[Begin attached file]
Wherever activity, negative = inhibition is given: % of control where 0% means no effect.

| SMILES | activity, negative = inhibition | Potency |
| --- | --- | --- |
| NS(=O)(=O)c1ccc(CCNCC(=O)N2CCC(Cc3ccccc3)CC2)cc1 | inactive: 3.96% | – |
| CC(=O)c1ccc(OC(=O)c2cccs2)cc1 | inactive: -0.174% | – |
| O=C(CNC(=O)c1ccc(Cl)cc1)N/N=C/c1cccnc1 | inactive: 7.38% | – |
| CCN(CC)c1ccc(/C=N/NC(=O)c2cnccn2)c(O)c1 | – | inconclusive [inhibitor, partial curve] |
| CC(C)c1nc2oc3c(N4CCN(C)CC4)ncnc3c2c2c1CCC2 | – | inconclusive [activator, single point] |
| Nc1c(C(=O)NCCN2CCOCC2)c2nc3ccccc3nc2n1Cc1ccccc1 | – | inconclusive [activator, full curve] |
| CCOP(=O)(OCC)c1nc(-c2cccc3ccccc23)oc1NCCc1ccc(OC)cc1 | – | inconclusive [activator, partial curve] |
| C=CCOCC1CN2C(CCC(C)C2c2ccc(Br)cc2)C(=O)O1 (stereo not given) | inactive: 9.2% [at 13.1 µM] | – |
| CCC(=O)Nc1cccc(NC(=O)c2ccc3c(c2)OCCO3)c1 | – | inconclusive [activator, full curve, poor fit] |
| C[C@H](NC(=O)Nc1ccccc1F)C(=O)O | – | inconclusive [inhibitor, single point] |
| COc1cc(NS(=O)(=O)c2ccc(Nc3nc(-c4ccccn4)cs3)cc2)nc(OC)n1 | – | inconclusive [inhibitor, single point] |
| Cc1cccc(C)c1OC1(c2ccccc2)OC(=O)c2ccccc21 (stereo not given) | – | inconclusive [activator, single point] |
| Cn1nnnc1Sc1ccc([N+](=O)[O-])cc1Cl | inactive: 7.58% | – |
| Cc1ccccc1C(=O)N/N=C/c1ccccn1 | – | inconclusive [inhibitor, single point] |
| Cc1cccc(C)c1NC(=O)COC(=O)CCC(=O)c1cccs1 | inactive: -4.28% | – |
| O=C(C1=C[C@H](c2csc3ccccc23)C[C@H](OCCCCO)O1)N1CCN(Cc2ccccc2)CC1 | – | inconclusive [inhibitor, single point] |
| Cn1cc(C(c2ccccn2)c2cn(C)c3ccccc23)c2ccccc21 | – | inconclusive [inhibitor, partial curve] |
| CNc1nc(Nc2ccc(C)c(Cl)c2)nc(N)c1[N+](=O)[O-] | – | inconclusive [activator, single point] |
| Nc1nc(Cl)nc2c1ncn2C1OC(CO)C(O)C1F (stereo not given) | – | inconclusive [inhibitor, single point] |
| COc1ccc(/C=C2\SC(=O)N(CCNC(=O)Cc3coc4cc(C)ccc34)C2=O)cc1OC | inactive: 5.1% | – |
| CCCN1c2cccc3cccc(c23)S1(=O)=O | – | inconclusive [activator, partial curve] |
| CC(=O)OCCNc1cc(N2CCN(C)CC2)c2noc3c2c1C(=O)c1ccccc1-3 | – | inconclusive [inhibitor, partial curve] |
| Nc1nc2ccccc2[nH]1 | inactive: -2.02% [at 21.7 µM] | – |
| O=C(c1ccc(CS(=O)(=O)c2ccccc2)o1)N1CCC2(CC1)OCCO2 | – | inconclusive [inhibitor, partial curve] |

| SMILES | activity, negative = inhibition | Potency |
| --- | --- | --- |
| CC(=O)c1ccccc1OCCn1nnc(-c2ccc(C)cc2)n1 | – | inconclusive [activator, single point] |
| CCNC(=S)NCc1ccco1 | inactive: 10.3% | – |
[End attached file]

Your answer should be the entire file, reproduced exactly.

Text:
Wherever activity, negative = inhibition is given: % of control where 0% means no effect.

| SMILES | activity, negative = inhibition | Potency |
| --- | --- | --- |
| NS(=O)(=O)c1ccc(CCNCC(=O)N2CCC(Cc3ccccc3)CC2)cc1 | inactive: 3.96% | – |
| CC(=O)c1ccc(OC(=O)c2cccs2)cc1 | inactive: -0.174% | – |
| O=C(CNC(=O)c1ccc(Cl)cc1)N/N=C/c1cccnc1 | inactive: 7.38% | – |
| CCN(CC)c1ccc(/C=N/NC(=O)c2cnccn2)c(O)c1 | – | inconclusive [inhibitor, partial curve] |
| CC(C)c1nc2oc3c(N4CCN(C)CC4)ncnc3c2c2c1CCC2 | – | inconclusive [activator, single point] |
| Nc1c(C(=O)NCCN2CCOCC2)c2nc3ccccc3nc2n1Cc1ccccc1 | – | inconclusive [activator, full curve] |
| CCOP(=O)(OCC)c1nc(-c2cccc3ccccc23)oc1NCCc1ccc(OC)cc1 | – | inconclusive [activator, partial curve] |
| C=CCOCC1CN2C(CCC(C)C2c2ccc(Br)cc2)C(=O)O1 (stereo not given) | inactive: 9.2% [at 13.1 µM] | – |
| CCC(=O)Nc1cccc(NC(=O)c2ccc3c(c2)OCCO3)c1 | – | inconclusive [activator, full curve, poor fit] |
| C[C@H](NC(=O)Nc1ccccc1F)C(=O)O | – | inconclusive [inhibitor, single point] |
| COc1cc(NS(=O)(=O)c2ccc(Nc3nc(-c4ccccn4)cs3)cc2)nc(OC)n1 | – | inconclusive [inhibitor, single point] |
| Cc1cccc(C)c1OC1(c2ccccc2)OC(=O)c2ccccc21 (stereo not given) | – | inconclusive [activator, single point] |
| Cn1nnnc1Sc1ccc([N+](=O)[O-])cc1Cl | inactive: 7.58% | – |
| Cc1ccccc1C(=O)N/N=C/c1ccccn1 | – | inconclusive [inhibitor, single point] |
| Cc1cccc(C)c1NC(=O)COC(=O)CCC(=O)c1cccs1 | inactive: -4.28% | – |
| O=C(C1=C[C@H](c2csc3ccccc23)C[C@H](OCCCCO)O1)N1CCN(Cc2ccccc2)CC1 | – | inconclusive [inhibitor, single point] |
| Cn1cc(C(c2ccccn2)c2cn(C)c3ccccc23)c2ccccc21 | – | inconclusive [inhibitor, partial curve] |
| CNc1nc(Nc2ccc(C)c(Cl)c2)nc(N)c1[N+](=O)[O-] | – | inconclusive [activator, single point] |
| Nc1nc(Cl)nc2c1ncn2C1OC(CO)C(O)C1F (stereo not given) | – | inconclusive [inhibitor, single point] |
| COc1ccc(/C=C2\SC(=O)N(CCNC(=O)Cc3coc4cc(C)ccc34)C2=O)cc1OC | inactive: 5.1% | – |
| CCCN1c2cccc3cccc(c23)S1(=O)=O | – | inconclusive [activator, partial curve] |
| CC(=O)OCCNc1cc(N2CCN(C)CC2)c2noc3c2c1C(=O)c1ccccc1-3 | – | inconclusive [inhibitor, partial curve] |
| Nc1nc2ccccc2[nH]1 | inactive: -2.02% [at 21.7 µM] | – |
| O=C(c1ccc(CS(=O)(=O)c2ccccc2)o1)N1CCC2(CC1)OCCO2 | – | inconclusive [inhibitor, partial curve] |

| SMILES | activity, negative = inhibition | Potency |
| --- | --- | --- |
| CC(=O)c1ccccc1OCCn1nnc(-c2ccc(C)cc2)n1 | – | inconclusive [activator, single point] |
| CCNC(=S)NCc1ccco1 | inactive: 10.3% | – |